Channel 4 News’ brilliant undercover exposé tonight of election-swinging firm Cambridge Analytica poured oil on the flames of a controversy that was already blazing, after the company was accused of committing a ‘data breach’ to access around fifty million Facebook profiles for Donald Trump’s presidential campaign. News of the breach wiped almost $20 billion off the value of Facebook shares in just the first few minutes of trading on Monday.
Cambridge Analytica has met the Tories to discuss potential election campaigning:
C4’s undercover video showed Cambridge Analytica (CA) executives talking about setting up fake profiles and IDs, posing as students and sending women to opposing candidates’ homes or filming them being offered a ‘deal that’s too good to be true’ offers, to incriminate them:
It’s explosive, brilliant investigative journalism – and the #CambridgeAnalyticaUncovered hashtag has been trending all evening.
However, the BBC took a radically different approach to the revelations – offering CA’s Alexander Nix the opportunity to describe, unchallenged in a pre-recorded interview, the Channel 4 exposé as a ‘mischaracterising’ ‘sting’ designed to hurt the company because it helped Donald Trump get elected:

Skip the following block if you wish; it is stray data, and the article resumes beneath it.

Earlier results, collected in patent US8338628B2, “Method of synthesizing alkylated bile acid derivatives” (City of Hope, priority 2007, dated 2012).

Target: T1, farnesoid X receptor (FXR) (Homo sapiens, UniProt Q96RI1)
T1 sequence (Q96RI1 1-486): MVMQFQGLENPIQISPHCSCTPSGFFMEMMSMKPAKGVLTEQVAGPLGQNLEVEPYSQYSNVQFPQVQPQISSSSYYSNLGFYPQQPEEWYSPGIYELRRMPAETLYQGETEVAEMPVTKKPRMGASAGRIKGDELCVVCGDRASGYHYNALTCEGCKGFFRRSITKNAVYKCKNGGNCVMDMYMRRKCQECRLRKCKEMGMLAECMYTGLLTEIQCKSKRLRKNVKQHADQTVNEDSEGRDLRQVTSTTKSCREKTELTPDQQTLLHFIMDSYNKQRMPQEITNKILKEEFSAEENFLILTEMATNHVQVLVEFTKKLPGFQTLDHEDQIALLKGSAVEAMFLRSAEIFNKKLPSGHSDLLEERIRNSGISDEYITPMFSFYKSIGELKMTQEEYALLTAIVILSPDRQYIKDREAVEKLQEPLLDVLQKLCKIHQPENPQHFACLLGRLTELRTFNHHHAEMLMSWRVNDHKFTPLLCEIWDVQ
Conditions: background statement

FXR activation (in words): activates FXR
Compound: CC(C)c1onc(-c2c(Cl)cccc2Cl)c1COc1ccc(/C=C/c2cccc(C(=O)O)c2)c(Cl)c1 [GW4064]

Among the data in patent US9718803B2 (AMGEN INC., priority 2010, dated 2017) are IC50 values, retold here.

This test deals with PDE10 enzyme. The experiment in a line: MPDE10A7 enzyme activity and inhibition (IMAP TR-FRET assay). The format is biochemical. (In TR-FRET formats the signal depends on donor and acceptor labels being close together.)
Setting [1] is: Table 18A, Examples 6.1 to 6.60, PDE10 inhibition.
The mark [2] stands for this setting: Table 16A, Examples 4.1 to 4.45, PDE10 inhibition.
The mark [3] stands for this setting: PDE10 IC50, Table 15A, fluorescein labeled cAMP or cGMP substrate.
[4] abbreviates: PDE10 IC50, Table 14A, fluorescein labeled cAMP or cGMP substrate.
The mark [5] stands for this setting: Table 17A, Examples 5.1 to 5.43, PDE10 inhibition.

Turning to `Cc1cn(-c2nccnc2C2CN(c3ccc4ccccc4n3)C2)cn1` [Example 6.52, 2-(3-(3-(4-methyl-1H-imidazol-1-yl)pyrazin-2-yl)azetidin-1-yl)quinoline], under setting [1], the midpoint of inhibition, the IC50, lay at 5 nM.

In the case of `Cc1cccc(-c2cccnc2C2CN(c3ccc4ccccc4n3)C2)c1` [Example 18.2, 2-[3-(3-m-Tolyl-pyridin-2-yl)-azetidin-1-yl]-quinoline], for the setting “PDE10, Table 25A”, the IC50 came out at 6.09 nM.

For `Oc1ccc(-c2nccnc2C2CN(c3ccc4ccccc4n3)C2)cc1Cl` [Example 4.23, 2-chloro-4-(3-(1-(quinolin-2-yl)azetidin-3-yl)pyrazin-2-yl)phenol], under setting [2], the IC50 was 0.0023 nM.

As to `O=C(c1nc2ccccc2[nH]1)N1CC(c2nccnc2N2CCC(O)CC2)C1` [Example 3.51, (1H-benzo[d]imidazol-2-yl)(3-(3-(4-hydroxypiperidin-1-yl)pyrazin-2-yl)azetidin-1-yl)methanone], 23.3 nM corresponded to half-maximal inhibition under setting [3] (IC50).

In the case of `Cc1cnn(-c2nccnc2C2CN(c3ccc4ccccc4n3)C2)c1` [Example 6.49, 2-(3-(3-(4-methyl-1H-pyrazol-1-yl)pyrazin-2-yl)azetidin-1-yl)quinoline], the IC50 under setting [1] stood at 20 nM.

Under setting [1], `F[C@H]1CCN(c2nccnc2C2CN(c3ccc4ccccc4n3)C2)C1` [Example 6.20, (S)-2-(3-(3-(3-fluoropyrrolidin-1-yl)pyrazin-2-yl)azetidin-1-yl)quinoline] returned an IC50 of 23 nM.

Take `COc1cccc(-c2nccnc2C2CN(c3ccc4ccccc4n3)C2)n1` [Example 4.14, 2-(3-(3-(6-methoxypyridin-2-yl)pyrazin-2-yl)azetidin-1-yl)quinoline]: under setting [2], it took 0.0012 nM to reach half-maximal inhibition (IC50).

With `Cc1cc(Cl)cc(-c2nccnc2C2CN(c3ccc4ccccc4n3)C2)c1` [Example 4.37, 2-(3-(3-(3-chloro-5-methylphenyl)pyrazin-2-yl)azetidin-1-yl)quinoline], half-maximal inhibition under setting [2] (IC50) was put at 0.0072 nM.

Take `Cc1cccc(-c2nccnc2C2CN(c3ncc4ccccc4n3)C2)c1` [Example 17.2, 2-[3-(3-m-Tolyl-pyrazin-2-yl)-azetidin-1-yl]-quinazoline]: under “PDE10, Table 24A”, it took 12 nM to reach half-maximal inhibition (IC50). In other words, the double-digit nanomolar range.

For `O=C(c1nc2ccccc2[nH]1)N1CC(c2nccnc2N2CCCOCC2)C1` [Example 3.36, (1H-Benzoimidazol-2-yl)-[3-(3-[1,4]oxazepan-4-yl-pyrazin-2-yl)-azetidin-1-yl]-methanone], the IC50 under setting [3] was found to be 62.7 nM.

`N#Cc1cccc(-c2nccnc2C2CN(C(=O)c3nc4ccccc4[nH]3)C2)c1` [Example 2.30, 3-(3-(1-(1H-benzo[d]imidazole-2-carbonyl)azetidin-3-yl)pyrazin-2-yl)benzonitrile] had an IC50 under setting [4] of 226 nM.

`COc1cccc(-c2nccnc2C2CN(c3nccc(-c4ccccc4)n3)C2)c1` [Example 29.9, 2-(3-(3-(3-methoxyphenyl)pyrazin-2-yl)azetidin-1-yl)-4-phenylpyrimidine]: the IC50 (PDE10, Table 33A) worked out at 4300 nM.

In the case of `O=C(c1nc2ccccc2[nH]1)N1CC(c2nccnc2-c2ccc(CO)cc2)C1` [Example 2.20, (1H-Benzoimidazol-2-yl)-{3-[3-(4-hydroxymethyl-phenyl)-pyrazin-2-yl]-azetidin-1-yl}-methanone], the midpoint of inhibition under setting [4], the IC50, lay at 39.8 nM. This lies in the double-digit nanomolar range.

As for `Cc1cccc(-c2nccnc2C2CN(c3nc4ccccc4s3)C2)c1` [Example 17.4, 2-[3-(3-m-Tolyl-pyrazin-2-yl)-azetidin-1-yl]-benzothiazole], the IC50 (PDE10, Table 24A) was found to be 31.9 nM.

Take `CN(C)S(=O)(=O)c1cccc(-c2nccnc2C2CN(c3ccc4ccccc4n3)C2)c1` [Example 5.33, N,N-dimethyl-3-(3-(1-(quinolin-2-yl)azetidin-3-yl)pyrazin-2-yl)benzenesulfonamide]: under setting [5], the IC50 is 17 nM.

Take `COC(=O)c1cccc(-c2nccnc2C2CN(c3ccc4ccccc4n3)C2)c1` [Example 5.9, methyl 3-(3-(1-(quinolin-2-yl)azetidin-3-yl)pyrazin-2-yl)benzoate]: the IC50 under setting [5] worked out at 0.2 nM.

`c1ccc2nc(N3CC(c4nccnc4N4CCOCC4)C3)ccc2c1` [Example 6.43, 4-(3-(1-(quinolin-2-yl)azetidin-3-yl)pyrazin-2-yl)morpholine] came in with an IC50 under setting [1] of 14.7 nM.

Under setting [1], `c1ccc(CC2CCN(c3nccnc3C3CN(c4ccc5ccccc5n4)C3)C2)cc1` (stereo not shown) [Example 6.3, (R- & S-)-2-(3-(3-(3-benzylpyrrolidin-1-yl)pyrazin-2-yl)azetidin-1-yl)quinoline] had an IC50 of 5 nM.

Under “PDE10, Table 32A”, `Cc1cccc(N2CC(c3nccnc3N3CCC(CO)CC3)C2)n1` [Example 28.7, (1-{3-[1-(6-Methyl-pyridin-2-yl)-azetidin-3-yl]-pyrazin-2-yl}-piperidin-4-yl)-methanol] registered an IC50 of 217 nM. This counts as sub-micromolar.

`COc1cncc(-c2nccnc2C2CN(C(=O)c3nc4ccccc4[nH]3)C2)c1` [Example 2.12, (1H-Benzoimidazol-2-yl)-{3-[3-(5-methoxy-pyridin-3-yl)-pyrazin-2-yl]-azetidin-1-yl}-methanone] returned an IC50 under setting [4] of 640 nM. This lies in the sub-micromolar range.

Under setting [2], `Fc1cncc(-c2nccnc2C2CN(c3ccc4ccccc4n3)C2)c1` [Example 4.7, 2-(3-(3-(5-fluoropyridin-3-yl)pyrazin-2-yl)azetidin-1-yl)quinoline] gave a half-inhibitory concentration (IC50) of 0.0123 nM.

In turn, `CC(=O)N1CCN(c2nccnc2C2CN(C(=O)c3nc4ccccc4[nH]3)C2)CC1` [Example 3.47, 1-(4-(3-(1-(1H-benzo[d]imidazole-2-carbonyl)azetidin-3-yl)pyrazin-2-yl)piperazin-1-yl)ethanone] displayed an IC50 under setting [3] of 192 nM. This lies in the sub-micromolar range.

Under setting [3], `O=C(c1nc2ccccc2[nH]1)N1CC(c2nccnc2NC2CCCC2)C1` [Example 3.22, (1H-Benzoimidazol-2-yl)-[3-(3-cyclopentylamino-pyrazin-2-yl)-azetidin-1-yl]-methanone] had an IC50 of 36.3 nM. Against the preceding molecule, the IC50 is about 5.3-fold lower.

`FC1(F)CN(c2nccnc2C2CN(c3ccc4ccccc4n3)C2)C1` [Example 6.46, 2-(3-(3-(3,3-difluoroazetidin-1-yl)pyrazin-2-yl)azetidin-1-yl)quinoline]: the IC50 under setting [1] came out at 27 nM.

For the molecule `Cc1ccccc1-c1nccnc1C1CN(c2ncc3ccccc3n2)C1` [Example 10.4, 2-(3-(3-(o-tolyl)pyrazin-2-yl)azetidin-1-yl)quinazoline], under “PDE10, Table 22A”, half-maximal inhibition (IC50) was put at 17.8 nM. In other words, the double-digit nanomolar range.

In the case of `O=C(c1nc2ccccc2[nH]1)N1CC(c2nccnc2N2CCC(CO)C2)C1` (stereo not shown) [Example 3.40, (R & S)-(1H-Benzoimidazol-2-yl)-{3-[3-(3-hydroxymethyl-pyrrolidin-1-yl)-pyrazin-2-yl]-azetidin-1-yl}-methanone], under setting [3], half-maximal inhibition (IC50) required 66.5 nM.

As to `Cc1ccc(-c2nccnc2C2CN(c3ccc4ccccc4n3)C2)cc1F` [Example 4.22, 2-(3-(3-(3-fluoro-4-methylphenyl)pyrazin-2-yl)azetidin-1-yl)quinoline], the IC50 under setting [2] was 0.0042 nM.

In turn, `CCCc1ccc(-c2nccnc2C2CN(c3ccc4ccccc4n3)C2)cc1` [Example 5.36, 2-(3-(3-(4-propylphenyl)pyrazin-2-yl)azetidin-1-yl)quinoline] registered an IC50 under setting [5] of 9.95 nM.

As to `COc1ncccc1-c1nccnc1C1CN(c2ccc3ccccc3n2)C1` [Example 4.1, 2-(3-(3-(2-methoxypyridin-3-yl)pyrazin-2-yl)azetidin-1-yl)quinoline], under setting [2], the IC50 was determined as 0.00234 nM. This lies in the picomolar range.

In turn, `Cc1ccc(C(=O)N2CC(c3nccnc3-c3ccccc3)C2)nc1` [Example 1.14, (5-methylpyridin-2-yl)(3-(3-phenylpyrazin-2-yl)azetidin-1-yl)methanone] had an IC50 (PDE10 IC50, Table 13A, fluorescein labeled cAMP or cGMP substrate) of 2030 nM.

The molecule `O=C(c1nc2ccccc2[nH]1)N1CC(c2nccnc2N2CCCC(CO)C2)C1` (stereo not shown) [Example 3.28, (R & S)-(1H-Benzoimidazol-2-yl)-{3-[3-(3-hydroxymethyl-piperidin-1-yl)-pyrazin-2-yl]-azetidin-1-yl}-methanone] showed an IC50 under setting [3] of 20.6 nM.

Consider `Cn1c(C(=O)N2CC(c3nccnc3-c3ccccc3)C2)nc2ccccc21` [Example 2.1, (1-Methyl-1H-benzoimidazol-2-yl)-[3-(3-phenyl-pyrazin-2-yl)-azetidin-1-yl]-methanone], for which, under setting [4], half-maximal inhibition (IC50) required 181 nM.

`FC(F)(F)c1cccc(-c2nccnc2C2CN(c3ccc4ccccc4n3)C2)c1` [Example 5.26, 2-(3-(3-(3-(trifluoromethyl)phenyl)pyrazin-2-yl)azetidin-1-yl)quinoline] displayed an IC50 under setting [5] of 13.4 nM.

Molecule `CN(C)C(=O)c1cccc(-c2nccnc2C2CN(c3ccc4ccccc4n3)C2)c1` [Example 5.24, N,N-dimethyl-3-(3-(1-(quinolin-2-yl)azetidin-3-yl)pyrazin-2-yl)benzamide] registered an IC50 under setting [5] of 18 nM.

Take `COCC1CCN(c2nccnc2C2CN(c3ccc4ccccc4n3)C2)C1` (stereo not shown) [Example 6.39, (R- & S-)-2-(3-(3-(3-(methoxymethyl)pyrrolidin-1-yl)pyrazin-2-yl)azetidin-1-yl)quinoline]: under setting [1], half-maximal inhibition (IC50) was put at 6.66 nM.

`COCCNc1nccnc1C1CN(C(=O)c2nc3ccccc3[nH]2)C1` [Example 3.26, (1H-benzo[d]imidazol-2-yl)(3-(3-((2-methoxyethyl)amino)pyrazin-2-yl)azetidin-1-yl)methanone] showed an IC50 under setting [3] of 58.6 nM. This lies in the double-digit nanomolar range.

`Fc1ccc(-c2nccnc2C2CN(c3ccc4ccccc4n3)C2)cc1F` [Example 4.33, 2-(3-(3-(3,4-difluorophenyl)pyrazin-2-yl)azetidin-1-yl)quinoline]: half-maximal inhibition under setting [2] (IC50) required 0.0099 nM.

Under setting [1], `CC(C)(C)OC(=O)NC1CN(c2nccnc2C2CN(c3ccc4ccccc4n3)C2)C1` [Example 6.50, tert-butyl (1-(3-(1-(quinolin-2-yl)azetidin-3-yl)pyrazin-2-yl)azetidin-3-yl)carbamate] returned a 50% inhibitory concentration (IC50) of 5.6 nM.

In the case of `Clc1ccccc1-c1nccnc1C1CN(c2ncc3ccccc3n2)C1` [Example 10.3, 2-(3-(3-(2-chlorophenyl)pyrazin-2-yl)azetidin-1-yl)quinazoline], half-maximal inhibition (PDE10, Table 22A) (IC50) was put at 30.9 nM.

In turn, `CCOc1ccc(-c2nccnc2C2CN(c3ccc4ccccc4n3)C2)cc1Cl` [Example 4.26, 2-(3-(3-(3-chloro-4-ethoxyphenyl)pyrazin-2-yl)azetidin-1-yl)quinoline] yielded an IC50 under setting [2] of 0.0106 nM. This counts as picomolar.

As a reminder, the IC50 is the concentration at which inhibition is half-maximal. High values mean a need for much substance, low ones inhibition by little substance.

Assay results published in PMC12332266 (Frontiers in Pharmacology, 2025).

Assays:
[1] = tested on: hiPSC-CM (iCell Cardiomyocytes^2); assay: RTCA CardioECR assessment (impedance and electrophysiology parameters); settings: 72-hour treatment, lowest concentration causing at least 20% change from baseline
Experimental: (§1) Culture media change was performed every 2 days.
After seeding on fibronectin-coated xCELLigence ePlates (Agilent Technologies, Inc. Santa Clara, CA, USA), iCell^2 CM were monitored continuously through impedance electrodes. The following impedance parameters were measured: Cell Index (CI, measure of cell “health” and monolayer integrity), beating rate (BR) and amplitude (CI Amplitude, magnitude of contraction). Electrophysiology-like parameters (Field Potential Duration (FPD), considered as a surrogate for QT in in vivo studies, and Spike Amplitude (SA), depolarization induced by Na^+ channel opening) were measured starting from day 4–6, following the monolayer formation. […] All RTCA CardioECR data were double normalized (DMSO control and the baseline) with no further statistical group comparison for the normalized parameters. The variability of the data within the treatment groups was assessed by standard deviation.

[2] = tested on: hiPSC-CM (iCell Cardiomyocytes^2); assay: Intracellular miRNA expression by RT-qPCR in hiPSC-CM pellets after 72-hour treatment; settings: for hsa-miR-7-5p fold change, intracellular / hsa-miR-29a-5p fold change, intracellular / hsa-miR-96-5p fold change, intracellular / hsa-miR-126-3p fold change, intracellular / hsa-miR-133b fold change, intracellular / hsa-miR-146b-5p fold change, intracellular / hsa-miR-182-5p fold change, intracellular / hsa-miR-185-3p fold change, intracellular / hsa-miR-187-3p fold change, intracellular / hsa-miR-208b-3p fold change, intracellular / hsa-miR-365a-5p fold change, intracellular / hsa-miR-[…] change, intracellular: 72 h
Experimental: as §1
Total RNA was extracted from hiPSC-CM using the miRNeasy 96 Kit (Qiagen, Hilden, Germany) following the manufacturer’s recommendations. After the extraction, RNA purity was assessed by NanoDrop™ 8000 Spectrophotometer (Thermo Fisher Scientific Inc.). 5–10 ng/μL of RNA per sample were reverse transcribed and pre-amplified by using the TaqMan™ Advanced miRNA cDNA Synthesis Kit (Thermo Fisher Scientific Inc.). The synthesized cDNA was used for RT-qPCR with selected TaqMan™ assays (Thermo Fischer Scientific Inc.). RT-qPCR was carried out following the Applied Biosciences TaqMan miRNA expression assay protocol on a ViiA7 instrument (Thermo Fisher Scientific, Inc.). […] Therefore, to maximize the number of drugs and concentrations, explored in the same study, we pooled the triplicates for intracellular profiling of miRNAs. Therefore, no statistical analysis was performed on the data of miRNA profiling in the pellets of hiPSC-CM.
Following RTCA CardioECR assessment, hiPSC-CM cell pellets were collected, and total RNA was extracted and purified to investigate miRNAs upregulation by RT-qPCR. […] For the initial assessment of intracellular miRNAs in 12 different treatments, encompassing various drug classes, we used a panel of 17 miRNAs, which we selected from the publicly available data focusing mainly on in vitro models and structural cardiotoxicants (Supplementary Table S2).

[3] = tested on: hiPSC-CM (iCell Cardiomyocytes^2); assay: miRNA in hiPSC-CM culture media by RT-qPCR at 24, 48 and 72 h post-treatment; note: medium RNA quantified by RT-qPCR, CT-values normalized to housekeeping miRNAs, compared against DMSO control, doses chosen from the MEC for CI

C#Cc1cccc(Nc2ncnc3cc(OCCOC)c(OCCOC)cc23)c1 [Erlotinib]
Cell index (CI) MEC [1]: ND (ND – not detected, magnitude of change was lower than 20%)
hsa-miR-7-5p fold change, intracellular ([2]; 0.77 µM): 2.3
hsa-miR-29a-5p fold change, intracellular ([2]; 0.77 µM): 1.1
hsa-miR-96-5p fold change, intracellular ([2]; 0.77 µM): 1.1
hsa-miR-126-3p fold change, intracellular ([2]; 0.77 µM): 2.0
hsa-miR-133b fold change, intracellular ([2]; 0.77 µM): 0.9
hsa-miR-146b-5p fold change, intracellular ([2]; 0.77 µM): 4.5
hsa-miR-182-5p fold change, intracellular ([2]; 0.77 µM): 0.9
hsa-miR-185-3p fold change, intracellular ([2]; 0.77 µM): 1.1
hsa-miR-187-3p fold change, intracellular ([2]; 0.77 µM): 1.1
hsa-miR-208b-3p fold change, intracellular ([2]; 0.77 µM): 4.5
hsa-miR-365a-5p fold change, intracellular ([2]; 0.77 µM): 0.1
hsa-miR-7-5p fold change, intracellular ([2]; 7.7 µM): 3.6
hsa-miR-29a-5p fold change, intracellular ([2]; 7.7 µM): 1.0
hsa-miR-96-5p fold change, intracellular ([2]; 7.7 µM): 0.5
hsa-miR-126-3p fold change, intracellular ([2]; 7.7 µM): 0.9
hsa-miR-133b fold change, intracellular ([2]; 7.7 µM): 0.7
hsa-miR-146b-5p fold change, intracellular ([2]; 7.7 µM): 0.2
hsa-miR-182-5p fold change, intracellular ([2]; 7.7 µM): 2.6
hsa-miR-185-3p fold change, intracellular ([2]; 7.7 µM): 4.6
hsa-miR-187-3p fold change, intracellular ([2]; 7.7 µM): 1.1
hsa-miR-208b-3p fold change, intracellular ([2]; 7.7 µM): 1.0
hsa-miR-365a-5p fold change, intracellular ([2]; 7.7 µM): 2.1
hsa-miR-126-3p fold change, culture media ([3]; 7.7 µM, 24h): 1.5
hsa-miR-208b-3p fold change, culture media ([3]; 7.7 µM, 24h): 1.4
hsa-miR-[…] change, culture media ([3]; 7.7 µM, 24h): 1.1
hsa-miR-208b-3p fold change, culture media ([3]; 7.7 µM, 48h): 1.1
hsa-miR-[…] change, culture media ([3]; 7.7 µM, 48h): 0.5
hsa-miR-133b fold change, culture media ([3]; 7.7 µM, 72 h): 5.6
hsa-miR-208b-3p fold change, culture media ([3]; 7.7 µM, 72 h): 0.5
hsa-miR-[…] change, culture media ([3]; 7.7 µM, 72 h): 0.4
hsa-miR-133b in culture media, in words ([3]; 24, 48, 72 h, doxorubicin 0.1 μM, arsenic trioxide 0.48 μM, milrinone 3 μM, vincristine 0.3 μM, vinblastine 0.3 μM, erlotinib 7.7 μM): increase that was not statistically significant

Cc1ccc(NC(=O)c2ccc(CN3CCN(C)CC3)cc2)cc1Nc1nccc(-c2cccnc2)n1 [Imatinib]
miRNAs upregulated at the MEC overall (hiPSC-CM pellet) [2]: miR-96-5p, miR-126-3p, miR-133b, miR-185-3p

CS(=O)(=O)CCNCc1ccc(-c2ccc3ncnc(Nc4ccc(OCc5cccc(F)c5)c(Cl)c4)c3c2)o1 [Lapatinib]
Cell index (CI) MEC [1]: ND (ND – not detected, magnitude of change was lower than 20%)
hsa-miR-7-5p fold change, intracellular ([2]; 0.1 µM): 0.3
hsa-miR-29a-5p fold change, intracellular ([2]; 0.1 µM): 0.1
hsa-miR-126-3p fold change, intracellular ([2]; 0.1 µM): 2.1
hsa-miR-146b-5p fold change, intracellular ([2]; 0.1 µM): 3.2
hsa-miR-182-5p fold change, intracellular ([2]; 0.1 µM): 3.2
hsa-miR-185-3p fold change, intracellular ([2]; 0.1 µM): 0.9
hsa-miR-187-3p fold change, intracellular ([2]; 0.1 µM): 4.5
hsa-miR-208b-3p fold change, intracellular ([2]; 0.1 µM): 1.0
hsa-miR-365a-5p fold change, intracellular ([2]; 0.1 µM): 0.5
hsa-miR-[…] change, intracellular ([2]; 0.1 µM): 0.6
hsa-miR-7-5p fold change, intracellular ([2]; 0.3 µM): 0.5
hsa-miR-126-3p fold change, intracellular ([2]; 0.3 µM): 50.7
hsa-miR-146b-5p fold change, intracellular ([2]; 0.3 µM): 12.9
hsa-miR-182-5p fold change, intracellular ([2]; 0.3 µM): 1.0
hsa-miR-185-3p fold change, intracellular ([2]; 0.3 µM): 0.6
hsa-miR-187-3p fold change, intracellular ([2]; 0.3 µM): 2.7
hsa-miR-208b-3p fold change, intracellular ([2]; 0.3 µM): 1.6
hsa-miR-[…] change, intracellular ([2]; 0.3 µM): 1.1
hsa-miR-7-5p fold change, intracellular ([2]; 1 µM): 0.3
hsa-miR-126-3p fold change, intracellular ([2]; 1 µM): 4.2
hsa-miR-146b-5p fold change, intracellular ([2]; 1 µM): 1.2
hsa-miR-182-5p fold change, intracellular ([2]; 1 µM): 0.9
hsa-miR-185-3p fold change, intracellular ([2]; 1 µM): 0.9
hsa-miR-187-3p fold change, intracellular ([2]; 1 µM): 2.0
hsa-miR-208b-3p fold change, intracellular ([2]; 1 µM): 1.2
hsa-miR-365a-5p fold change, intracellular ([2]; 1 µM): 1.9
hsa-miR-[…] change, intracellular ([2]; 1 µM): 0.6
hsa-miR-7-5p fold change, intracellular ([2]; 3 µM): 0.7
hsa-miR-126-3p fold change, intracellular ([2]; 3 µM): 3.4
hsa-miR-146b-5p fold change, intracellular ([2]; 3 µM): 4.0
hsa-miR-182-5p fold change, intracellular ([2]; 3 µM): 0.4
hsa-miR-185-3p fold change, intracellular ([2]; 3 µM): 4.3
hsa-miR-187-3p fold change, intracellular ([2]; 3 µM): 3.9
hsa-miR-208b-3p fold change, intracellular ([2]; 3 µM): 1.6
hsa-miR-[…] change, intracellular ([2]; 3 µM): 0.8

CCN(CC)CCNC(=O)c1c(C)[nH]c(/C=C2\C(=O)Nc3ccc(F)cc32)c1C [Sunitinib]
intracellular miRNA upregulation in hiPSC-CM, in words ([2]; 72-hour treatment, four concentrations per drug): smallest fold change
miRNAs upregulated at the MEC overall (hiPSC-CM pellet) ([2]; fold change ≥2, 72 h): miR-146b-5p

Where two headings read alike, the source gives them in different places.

But the lack of challenge was unsurprising – and the circumstances sparked a war of words on social media by key Channel 4 News figures on the BBC’s seeming readiness to act as, ironically, a propaganda medium for Nix’s rebuttal – by allowing him to rebut undercover video footage that neither he nor the BBC had even seen.
The programme’s editor was the first to let fly at the BBC:.
By interviewing Nix when it had not seen the report, the BBC was proceeding ‘blind’ – with no idea what questions to ask the CA executive. But that wasn’t all – Nix hadn’t even seen it himself.
C4 News journalist Krishnan Guru-Murthy pointed out the obvious journalistic weakness in that approach – and accused the BBC of being part of a ‘media strategy’ of damage-control:
Channel 4’s highly-respected ‘elder statesman’ Jon Snow also weighed in, in obvious outrage at the BBC’s complicity or incompetence and willingness to accommodate Nix’s demands:
Veteran newsman John Simpson was hugely impressed by the quality of Channel 4’s journalism and the importance of what they had uncovered, tweeting to call it a ‘game-changer’ that would send shockwaves through the electoral world:
But it appears the BBC – at least this evening – was willing to be part of attempts to minimise or obscure the shockwaves John Simpson described. The robust reaction of Channel 4 News’ key figures to the BBC’s actions has ensured that the BBC’s behaviour has instead fuelled the controversy, with outraged tweets and Facebook comments ricocheting around social media.
Small wonder that the government would prefer to privatise away the UK’s ‘other state broadcaster’.
Channel 4 News has made its whole segment about Cambridge Analytica available on Youtube:
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